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simple pipe using crazy/crappy crypto for encryption and signing

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cr^3 - crazy-crappy-crypto

implements two simple pipes using:
 - rsa and keccak-based spongewrap authenticated encryption
 - highly experimental post-quantum signatures based on keccak and

(C) 2015 by stf, <>, GPLv3

why crazy-crappy-crypto? it's crazy because it uses unsanctioned,
experimental and unconventional crypto implementations, some of which
are so fresh, that it's not even a month that the paper has last been
edited on which some of this is based. None of these tools should not
find wide adoption within at least the next 5-10 years. The selection
of the algorithms is conservative in the way, that besides fresh algos
the rest is selected either on maturity or has at least been
considered in a crypto contest in the final round. Crappy is the way
some of this is implemented, the crypto algorithms are simply ripped
out from other projects, like the supercop benchmarking
suite. Although some have been verified to provide the expected test
vectors, otherwise not much effort has been done to verify the
resistance against various attacks on any of these implementations. so
anyone to use this crap must be crazy, hence the name.

WARNING - these tools should only be used by people who want to break
these tools and publish their results. Any damages, liabilites, etc
are waived. DO NOT use these for anything else but breaking them. It is
crazy and irresponsible to use these tools for anything serious. You
have been warned.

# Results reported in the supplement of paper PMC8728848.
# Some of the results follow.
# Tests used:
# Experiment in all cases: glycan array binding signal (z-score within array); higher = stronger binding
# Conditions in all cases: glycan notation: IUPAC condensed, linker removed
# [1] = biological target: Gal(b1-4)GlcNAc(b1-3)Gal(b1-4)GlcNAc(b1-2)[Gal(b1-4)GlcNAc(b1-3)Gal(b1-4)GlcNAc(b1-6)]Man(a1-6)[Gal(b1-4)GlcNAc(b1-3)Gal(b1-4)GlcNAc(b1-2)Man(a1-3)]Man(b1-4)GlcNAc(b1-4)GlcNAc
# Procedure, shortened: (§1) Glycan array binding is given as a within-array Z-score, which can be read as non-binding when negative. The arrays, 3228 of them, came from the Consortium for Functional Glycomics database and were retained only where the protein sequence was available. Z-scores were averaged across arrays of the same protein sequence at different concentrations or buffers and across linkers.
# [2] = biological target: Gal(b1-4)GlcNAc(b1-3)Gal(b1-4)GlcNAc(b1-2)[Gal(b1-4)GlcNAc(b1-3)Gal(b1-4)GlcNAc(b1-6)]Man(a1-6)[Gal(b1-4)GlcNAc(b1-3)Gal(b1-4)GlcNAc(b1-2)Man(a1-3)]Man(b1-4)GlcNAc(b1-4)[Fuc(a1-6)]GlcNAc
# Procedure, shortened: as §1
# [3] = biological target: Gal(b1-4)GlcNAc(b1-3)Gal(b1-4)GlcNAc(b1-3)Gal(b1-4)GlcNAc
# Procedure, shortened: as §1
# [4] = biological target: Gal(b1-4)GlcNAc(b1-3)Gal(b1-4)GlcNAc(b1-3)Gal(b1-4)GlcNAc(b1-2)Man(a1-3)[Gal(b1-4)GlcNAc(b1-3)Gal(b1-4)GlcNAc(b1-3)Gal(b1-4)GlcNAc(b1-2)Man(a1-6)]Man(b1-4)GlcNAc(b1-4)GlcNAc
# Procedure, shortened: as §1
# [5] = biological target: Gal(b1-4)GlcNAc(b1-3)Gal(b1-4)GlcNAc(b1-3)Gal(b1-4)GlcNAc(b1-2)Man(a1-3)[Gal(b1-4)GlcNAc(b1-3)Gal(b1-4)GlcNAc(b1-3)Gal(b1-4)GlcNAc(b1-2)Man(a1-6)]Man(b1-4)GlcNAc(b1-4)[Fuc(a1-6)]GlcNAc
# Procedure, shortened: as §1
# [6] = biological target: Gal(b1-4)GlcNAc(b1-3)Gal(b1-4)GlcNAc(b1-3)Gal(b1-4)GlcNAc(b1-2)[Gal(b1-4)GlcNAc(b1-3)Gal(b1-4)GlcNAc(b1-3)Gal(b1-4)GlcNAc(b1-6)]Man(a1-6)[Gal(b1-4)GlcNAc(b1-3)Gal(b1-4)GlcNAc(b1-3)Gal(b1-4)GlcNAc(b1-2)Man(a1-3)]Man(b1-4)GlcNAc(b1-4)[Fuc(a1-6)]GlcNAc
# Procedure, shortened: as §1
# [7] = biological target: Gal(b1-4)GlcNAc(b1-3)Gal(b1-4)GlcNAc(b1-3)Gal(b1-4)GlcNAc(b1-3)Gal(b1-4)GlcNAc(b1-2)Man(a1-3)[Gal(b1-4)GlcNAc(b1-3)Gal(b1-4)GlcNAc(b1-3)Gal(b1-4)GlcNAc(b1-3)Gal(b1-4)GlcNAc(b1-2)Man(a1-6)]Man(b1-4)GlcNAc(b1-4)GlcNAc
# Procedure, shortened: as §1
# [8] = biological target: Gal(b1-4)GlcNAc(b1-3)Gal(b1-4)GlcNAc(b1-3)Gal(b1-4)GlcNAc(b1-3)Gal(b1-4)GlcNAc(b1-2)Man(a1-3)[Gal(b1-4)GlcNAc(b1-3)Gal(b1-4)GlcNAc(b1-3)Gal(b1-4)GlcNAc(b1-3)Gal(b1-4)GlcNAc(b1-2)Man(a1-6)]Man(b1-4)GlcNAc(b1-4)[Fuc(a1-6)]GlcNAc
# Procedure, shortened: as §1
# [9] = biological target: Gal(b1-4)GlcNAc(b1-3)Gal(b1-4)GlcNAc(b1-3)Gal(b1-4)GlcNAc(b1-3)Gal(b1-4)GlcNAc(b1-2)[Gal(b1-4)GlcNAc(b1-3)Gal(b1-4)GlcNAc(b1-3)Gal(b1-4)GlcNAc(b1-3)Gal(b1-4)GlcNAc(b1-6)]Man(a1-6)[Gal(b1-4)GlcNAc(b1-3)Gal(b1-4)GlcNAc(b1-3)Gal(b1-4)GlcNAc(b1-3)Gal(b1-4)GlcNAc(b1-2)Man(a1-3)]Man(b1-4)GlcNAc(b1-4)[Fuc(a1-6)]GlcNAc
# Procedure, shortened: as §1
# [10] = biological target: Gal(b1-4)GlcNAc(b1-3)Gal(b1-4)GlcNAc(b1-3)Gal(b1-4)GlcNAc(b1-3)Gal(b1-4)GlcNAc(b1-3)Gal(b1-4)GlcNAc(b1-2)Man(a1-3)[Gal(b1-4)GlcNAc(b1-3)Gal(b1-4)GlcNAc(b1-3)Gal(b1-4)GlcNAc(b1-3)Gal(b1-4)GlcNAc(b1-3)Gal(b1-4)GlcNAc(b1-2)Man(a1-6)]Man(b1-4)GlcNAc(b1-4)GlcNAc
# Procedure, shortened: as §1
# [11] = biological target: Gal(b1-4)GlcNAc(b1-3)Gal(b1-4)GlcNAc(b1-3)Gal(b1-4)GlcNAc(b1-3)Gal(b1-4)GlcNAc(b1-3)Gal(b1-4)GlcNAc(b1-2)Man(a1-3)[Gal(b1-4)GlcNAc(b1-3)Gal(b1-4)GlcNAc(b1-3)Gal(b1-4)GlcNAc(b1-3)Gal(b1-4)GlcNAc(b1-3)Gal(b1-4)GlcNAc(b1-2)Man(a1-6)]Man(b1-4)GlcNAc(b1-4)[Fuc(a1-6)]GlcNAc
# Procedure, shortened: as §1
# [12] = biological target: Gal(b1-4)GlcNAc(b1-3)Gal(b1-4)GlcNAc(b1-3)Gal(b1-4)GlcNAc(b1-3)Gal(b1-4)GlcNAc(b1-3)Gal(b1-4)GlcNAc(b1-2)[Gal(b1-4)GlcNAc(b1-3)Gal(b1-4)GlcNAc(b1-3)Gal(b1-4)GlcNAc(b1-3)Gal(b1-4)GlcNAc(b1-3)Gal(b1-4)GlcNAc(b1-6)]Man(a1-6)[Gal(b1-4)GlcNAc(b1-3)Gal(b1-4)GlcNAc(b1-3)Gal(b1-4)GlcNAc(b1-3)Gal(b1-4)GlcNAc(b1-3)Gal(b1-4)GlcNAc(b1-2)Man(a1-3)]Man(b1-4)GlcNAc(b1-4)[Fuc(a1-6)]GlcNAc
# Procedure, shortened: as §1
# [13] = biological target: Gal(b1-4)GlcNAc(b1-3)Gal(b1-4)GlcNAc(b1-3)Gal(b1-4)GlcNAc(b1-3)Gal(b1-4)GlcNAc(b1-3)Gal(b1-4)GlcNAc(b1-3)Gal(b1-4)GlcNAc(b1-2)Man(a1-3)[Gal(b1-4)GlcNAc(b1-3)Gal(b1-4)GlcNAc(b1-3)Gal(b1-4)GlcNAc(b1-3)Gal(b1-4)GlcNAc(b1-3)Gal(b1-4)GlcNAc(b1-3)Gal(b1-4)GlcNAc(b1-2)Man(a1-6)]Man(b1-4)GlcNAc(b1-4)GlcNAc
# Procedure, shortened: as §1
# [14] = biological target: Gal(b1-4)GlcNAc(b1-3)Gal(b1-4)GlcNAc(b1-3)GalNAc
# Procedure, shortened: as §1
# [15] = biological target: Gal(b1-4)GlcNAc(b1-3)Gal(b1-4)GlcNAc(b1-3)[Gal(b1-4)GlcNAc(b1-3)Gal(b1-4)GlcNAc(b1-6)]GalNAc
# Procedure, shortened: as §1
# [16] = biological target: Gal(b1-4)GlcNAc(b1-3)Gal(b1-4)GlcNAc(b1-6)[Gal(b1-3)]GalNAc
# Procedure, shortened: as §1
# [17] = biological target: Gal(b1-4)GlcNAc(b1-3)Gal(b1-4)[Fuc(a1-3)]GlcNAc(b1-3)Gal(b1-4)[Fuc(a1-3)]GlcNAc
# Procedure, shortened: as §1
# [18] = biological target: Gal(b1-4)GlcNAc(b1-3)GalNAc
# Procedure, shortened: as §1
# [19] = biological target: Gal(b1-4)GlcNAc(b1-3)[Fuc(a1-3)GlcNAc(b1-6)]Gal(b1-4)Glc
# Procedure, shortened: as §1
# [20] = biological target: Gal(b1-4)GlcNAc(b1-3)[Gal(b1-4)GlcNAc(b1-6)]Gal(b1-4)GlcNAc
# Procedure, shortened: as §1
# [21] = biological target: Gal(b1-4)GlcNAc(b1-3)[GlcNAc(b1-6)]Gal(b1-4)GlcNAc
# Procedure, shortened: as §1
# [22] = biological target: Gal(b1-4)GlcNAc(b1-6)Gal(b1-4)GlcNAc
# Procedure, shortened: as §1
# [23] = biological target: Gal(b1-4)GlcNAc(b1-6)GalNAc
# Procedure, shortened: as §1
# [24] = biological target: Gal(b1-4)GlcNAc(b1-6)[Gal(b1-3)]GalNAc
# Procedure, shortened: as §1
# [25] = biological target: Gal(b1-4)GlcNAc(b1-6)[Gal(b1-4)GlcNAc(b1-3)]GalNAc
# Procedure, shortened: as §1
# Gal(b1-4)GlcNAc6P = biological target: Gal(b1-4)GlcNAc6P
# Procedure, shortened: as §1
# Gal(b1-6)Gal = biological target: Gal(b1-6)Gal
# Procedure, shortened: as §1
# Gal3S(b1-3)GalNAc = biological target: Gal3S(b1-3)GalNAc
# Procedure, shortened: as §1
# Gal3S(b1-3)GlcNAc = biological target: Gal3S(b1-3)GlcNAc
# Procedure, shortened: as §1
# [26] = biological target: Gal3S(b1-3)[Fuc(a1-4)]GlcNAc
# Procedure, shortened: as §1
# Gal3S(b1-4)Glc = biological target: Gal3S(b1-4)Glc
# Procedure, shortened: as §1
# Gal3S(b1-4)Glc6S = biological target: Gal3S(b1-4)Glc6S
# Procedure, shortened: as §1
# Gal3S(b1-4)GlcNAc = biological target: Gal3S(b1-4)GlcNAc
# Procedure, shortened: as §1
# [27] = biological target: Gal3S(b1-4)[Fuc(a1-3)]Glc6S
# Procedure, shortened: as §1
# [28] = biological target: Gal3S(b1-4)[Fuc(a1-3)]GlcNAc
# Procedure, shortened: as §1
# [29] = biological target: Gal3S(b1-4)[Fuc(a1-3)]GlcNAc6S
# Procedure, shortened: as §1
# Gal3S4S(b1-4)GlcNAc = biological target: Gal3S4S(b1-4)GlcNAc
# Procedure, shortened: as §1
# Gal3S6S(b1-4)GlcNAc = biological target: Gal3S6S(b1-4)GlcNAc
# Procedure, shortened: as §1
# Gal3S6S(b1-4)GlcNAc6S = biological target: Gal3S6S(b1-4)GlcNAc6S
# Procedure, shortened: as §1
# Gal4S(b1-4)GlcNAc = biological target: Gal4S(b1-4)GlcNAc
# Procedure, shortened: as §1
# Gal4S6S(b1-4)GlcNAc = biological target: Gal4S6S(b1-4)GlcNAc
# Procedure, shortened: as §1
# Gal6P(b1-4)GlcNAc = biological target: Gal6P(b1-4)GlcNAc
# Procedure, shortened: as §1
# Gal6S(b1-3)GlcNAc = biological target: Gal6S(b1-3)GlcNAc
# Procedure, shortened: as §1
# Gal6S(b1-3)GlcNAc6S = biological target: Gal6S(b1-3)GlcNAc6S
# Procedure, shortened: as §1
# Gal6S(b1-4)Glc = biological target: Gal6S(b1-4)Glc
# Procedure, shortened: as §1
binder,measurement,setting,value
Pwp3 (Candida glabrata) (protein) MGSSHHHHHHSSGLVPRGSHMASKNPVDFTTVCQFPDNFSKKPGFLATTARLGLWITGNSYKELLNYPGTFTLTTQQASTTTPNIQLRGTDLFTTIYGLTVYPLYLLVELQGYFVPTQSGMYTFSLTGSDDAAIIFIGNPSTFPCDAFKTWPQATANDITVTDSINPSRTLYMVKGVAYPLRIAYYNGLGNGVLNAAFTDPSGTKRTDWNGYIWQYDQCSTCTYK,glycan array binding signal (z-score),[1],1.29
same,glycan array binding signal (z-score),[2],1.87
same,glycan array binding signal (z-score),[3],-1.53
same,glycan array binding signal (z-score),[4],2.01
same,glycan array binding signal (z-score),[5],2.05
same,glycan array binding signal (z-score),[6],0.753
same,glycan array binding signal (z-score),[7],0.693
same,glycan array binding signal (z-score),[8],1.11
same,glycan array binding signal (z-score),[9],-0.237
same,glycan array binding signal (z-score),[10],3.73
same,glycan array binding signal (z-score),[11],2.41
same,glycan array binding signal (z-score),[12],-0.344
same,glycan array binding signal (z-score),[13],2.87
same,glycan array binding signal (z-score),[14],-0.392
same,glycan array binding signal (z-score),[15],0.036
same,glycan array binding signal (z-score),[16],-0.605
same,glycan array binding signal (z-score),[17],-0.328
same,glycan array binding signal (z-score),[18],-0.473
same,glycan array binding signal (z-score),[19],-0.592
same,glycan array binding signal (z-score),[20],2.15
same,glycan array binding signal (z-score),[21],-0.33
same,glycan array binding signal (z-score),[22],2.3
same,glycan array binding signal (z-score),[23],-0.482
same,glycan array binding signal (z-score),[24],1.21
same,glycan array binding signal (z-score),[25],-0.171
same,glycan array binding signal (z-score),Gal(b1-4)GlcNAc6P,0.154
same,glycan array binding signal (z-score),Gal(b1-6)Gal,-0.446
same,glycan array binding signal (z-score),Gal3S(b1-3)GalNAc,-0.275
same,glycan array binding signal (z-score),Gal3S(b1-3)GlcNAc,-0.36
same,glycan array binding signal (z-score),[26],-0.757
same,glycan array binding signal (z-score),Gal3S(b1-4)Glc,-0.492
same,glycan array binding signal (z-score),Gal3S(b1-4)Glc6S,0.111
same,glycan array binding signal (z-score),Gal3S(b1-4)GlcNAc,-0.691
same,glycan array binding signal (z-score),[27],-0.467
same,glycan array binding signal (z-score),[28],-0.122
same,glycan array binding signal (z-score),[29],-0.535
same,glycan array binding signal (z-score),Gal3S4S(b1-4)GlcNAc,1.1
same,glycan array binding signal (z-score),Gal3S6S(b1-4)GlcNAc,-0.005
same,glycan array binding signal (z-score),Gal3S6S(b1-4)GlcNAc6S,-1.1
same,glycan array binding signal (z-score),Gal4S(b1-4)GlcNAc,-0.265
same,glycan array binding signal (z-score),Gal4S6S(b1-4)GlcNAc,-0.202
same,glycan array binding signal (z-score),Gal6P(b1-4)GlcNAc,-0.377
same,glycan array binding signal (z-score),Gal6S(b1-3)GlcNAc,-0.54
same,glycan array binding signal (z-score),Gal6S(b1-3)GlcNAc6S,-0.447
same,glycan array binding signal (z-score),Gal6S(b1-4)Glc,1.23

COD - the authenticated encrypted asymmetric pipe.

useful at least in the following use-case: you have some receiving
device on which plaintext data arrives, which you want to encrypt
before it is forwarded in a hostile environment to the final recipient
holding a private key in a safe location. In this one-way setting the
recipient is never talking to the host doing the encryption. The main
threat this tool counters is the seizure of the data after reception
on the receiving device until safe delivery to the final destination.
Combine it in-depth with other defenses.

Example: take photos in a hostile environment, encrypt the the photos
and be unable to recover them until arrival in the save location with
the the private key. (note, this does not protect against forensic
attacks against the storage device - maybe copying the encrypted and
destroying the original device with plaintext residue is the only and
expensive way)

crypto: a random 32 byte message key is encrypted with the public
key of the recipient in oaep padded RSA, then this message key is
fed into SpongeWrap, which is then used to authenticated encrypt the

output format:
   2 bytes - the length of the RSA encrypted message key in network
             byte order
   n  bytes - the RSA encrypted message key
   m  bytes - the encrypted message (usually as big as your RSA key)
   16 bytes - the "MAC"

message overhead is 530 bytes with a 4096 RSA key.